Pubblicato in: Cina, Stati Uniti

Cina ed Usa come potenze globali. – The Diplomat.

Giuseppe Sandro Mela.

2018-05-03.

Animali. Bocca aperta. Civetta. 001

Riportiamo due acuti interventi del prof. Xue Li, “Director of Department of International Strategy at the Institute of World Economics and Politics (IWEP), Chinese Academy of Social Sciences (CASS).

Trattano della Cina intesa nella visione prospettica di potenza globale.

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La strategia cinese è stata ottimamente sintetizzata in tre frasi.

«Non importa che sia un gatto bianco o un gatto nero, finché cattura topi è un buon gatto» [Deng Xiaoping]

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«si prenda tempo mantenendo un basso profilo, pur senza mancare di fare qualcosa» [Deng Xiaoping]

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«si perseveri nel prendere tempo mantenendo un basso profilo, pur senza mancare di agire in modo proattivo per fare qualcosa» [Hu Jintao]

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Al momento, la Cina sembrerebbe voler consolidare la propria posizione di potenza locoregionale. Questa esigenza ben si attaglia al dettame del basso profilo. Ha costituito un armamentario nucleare strategico, compresi sommergibili ad armamento atomico, e questo le basta, per il momento. Ha costituito una serie di isole artificiali a difesa avanzata del proprio territorio, e questo le basta, per il momento.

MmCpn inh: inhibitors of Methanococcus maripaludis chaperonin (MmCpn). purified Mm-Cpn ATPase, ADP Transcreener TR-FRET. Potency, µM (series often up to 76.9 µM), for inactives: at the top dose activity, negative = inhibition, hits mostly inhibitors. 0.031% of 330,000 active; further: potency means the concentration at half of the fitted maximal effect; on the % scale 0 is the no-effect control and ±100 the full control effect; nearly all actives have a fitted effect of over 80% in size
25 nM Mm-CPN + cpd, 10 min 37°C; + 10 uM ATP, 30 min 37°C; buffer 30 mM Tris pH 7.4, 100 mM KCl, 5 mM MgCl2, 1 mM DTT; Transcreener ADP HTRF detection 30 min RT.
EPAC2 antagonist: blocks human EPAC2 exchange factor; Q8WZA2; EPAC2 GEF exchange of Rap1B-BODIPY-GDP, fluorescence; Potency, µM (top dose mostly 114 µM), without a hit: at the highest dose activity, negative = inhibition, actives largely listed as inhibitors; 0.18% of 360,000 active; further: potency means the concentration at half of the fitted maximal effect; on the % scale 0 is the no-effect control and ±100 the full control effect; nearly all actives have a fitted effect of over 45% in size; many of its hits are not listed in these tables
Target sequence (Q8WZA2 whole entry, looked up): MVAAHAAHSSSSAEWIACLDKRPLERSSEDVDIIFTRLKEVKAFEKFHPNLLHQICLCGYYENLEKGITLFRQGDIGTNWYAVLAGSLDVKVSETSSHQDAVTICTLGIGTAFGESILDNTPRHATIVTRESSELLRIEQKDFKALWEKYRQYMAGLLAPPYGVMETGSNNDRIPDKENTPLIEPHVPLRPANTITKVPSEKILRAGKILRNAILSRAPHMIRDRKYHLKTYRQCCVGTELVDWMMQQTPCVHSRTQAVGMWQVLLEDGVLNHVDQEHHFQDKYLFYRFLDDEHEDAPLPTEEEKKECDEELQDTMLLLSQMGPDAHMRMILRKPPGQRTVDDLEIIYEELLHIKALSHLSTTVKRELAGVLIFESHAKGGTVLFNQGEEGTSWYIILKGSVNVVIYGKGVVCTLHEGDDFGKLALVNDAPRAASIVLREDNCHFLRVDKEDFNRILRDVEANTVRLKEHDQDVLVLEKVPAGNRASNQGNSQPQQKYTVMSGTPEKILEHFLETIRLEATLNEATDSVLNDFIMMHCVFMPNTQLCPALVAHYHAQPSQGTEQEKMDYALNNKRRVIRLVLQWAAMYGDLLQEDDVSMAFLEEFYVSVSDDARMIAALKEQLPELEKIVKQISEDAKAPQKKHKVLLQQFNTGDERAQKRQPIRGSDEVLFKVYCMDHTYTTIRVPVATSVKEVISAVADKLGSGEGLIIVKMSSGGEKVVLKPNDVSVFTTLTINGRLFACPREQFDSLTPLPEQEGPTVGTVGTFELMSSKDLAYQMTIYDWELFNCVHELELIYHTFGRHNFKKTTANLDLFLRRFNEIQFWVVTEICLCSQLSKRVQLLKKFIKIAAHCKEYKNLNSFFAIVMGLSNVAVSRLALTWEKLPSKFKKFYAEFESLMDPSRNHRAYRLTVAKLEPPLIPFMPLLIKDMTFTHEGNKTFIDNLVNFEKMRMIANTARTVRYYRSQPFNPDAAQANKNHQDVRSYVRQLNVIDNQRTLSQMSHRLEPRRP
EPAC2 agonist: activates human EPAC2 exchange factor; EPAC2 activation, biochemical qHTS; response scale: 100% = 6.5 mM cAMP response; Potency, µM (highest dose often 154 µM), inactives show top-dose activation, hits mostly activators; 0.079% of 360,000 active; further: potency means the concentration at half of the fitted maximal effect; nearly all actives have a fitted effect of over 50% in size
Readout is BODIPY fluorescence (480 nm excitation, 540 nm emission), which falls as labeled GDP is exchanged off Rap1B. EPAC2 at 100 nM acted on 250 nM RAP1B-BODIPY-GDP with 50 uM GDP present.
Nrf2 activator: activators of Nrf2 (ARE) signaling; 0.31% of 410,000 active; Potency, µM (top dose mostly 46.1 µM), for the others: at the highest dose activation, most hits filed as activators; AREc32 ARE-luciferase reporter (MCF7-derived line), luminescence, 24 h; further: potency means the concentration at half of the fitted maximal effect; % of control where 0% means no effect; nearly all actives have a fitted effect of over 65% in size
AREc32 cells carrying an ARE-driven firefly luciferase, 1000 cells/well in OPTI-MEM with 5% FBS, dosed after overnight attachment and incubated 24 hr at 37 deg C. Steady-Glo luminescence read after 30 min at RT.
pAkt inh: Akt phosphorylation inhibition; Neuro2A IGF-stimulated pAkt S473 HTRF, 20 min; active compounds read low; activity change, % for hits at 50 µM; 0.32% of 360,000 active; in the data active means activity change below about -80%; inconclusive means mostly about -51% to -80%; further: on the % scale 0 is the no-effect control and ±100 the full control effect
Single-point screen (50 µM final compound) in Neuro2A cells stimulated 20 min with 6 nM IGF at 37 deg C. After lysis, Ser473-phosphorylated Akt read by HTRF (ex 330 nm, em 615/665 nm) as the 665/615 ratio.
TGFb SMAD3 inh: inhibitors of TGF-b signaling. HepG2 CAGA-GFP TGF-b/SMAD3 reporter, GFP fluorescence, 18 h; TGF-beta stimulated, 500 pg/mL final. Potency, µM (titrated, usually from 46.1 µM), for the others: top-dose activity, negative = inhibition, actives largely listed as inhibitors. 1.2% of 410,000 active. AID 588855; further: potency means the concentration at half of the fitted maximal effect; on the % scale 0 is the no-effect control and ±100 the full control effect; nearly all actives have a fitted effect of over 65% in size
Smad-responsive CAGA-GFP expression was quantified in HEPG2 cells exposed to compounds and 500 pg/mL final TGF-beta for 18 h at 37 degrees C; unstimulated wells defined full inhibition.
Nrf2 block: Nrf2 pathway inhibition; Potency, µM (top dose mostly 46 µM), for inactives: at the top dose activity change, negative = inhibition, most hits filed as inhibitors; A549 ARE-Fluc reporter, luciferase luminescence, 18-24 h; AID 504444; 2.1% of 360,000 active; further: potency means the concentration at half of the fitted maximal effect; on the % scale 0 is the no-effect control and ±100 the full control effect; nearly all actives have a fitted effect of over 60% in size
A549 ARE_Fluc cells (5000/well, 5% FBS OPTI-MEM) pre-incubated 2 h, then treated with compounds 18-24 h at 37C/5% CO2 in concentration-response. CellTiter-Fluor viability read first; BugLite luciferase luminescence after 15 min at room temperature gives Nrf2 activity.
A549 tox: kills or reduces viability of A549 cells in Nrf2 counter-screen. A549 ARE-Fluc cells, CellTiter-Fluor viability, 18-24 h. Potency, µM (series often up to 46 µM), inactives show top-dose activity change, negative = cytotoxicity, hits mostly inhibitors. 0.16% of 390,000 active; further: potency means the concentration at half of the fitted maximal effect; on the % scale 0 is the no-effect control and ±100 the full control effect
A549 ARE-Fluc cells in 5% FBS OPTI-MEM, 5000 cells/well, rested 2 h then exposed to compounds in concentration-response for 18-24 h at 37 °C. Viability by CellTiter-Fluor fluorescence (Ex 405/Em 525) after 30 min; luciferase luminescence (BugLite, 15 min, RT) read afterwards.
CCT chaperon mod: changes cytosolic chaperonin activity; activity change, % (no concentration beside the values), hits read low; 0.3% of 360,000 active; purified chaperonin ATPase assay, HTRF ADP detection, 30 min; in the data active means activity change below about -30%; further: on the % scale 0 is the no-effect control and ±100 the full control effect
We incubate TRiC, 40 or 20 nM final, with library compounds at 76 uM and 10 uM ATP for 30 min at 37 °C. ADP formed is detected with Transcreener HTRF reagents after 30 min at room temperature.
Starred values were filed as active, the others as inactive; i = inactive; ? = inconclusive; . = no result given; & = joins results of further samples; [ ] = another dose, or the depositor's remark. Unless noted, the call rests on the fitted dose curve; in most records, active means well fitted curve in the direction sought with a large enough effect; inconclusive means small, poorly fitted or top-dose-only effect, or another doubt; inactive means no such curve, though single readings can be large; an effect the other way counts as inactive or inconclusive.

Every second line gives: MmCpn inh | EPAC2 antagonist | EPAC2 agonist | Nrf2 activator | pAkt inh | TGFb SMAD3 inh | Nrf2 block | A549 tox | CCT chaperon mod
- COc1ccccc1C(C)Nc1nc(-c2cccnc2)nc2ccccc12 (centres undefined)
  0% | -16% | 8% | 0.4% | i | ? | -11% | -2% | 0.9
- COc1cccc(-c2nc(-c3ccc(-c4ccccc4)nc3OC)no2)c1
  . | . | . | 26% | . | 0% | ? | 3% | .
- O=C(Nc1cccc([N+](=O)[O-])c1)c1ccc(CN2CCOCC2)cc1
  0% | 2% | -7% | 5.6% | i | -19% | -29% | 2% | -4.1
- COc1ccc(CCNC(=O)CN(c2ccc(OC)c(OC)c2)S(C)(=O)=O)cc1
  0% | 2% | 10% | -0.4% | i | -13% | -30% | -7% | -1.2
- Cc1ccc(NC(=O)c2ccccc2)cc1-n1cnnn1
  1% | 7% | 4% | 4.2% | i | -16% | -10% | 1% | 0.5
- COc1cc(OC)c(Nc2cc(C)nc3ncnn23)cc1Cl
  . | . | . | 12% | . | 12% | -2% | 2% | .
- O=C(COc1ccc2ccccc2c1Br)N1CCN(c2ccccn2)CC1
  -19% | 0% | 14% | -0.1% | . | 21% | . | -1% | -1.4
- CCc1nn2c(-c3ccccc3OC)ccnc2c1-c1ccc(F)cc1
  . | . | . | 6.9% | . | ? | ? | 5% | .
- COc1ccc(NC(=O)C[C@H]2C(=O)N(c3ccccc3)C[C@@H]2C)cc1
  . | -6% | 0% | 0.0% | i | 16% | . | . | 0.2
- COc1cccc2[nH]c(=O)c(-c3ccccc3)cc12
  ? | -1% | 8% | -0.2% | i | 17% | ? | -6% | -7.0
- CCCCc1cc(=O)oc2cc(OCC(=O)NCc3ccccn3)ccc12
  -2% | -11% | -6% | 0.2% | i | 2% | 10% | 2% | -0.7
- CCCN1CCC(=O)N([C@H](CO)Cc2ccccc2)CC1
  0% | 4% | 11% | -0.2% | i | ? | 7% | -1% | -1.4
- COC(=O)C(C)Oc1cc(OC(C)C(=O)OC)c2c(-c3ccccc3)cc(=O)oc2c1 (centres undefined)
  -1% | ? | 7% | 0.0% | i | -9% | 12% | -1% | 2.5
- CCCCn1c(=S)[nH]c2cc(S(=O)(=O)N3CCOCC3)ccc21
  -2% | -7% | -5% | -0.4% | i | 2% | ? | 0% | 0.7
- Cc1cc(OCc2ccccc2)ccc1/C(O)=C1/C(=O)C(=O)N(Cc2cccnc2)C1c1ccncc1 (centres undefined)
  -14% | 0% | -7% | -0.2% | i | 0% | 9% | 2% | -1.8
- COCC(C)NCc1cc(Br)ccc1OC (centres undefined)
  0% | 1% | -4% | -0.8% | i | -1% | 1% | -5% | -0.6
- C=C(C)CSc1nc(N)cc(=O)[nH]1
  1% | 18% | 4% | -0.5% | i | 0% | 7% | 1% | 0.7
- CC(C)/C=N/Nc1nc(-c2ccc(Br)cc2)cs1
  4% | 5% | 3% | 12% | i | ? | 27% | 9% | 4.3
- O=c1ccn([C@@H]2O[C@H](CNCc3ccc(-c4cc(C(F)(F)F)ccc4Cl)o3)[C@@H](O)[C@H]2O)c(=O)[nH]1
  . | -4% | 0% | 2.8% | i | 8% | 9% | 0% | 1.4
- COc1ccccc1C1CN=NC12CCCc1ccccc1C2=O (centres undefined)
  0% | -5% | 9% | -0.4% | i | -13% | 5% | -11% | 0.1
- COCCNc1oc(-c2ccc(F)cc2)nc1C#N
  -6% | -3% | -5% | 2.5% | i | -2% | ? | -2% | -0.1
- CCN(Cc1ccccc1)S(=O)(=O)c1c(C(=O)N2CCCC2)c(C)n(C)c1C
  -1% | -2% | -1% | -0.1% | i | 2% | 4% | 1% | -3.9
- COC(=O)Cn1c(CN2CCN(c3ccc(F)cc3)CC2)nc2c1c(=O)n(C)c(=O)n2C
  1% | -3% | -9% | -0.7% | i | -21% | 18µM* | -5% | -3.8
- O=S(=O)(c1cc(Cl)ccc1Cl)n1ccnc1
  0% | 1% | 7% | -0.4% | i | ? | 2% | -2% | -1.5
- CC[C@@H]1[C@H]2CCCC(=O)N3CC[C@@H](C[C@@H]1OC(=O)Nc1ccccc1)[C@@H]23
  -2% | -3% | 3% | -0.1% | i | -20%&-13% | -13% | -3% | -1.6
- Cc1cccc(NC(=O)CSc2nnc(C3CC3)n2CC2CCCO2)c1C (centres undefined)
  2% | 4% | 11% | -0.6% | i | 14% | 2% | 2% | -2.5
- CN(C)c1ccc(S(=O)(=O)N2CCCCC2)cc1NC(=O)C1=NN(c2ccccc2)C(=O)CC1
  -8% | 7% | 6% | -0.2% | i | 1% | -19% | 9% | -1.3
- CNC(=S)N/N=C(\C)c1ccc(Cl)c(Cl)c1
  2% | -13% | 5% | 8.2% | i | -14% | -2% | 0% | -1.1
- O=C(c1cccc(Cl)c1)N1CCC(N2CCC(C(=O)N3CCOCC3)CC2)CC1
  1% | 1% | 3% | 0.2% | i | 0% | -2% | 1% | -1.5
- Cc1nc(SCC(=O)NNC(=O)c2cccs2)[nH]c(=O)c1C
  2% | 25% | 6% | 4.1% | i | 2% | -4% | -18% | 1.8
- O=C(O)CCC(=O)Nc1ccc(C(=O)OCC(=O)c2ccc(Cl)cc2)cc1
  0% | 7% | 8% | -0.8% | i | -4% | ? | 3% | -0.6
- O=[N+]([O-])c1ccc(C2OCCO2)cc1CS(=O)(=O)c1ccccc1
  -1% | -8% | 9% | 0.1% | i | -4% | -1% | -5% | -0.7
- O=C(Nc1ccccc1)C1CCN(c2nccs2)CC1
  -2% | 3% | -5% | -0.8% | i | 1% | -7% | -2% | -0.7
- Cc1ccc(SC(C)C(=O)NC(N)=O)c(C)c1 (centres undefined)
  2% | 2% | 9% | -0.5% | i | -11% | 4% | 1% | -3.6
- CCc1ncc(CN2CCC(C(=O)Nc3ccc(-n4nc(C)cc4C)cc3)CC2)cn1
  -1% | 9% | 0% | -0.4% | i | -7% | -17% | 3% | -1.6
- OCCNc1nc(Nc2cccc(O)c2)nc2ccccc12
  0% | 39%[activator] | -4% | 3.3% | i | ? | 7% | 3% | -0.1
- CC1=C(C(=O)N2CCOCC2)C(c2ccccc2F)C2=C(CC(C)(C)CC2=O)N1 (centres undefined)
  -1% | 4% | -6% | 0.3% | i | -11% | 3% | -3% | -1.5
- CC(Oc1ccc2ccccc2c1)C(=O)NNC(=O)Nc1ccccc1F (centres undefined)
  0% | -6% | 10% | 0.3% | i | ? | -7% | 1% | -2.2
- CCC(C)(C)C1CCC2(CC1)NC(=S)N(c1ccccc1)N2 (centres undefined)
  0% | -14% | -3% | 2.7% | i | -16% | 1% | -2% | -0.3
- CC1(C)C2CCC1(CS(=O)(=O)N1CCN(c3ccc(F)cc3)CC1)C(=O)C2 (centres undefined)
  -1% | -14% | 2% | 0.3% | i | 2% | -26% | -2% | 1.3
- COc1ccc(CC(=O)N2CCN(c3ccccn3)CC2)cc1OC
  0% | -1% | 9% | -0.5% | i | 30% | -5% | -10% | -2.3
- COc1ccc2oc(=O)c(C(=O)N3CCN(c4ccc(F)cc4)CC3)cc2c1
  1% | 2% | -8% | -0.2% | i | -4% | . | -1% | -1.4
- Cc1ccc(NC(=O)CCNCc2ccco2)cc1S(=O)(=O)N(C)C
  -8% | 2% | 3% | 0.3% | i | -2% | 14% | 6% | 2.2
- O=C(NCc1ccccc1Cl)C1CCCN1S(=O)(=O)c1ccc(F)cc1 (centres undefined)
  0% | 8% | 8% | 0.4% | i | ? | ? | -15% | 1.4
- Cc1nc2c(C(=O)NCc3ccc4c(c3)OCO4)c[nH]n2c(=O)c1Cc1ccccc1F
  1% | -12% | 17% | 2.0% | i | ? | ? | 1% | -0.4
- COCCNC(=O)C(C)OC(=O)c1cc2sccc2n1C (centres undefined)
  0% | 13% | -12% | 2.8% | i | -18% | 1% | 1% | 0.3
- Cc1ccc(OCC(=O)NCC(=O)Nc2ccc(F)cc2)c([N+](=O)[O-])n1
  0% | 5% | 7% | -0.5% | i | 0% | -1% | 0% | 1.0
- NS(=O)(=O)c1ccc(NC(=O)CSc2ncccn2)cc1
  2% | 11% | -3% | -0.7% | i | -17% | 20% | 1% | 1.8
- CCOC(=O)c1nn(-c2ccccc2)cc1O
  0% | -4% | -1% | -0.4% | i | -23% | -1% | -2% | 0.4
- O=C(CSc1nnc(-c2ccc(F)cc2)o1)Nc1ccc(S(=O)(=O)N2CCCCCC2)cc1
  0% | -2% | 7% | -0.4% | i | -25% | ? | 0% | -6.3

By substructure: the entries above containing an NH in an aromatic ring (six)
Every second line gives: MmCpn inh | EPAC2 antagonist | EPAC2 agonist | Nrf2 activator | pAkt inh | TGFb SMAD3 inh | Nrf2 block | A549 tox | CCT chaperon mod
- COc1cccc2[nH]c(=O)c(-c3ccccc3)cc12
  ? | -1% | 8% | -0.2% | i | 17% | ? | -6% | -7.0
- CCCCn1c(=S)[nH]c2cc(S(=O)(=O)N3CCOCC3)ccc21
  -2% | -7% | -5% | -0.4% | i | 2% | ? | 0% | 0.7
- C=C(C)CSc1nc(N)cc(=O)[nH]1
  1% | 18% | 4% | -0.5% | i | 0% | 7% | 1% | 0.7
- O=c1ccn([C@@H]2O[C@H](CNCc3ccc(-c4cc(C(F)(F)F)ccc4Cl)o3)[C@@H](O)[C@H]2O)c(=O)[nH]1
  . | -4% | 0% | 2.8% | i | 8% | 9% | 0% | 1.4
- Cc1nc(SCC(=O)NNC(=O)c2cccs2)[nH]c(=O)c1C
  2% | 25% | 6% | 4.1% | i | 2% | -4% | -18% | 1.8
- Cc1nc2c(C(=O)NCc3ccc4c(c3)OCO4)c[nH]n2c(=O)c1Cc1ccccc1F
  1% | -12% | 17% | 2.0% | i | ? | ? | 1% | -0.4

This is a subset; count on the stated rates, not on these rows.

Ha un sistema economico produttivo alla avanguardia. Ha riserva valutarie per 3,143 miliardi di Usd e 1,942.6 tonnellate di oro fino.

Secondo lo International Monetary Fund World Economic Outlook (October – 2017) la Cina è proiettata nel 2022 ad un pil ppa di 34,465 miliardi Usd, contro i 23,505 miliardi degli Stati Uniti.

Ma è ancora tempo di basso profilo.

Al momento sta investendo oltre 1,000 miliardi Usd nel progetto Belt and Road. È un progetto di lungo termine mirato sui paesi al momento miseri oppure poveri, per dotarli delle infrastrutture che possano farli crescere: tra venti anni la Cina avrà rapporti politici, militari ed economici con quasi tutti i paesi africani, del sud – est asiatico e, parzialmente, dell’America Latina. Sempre per quella epoca anche buona parte di ciò che ora indichiamo come Unione Europea potrebbe essere passata nella sua orbita.

Ciò che ora denominiamo occidente a tale epoca sarà stato circondato ed aggirato strategicamente: i suoi prodotti non avranno mercato.

Il segreto del successo è sconcertantemente semplice: rapporti economici su base più o meno paritetica. I cinesi non si impicciano degli affari interni altrui.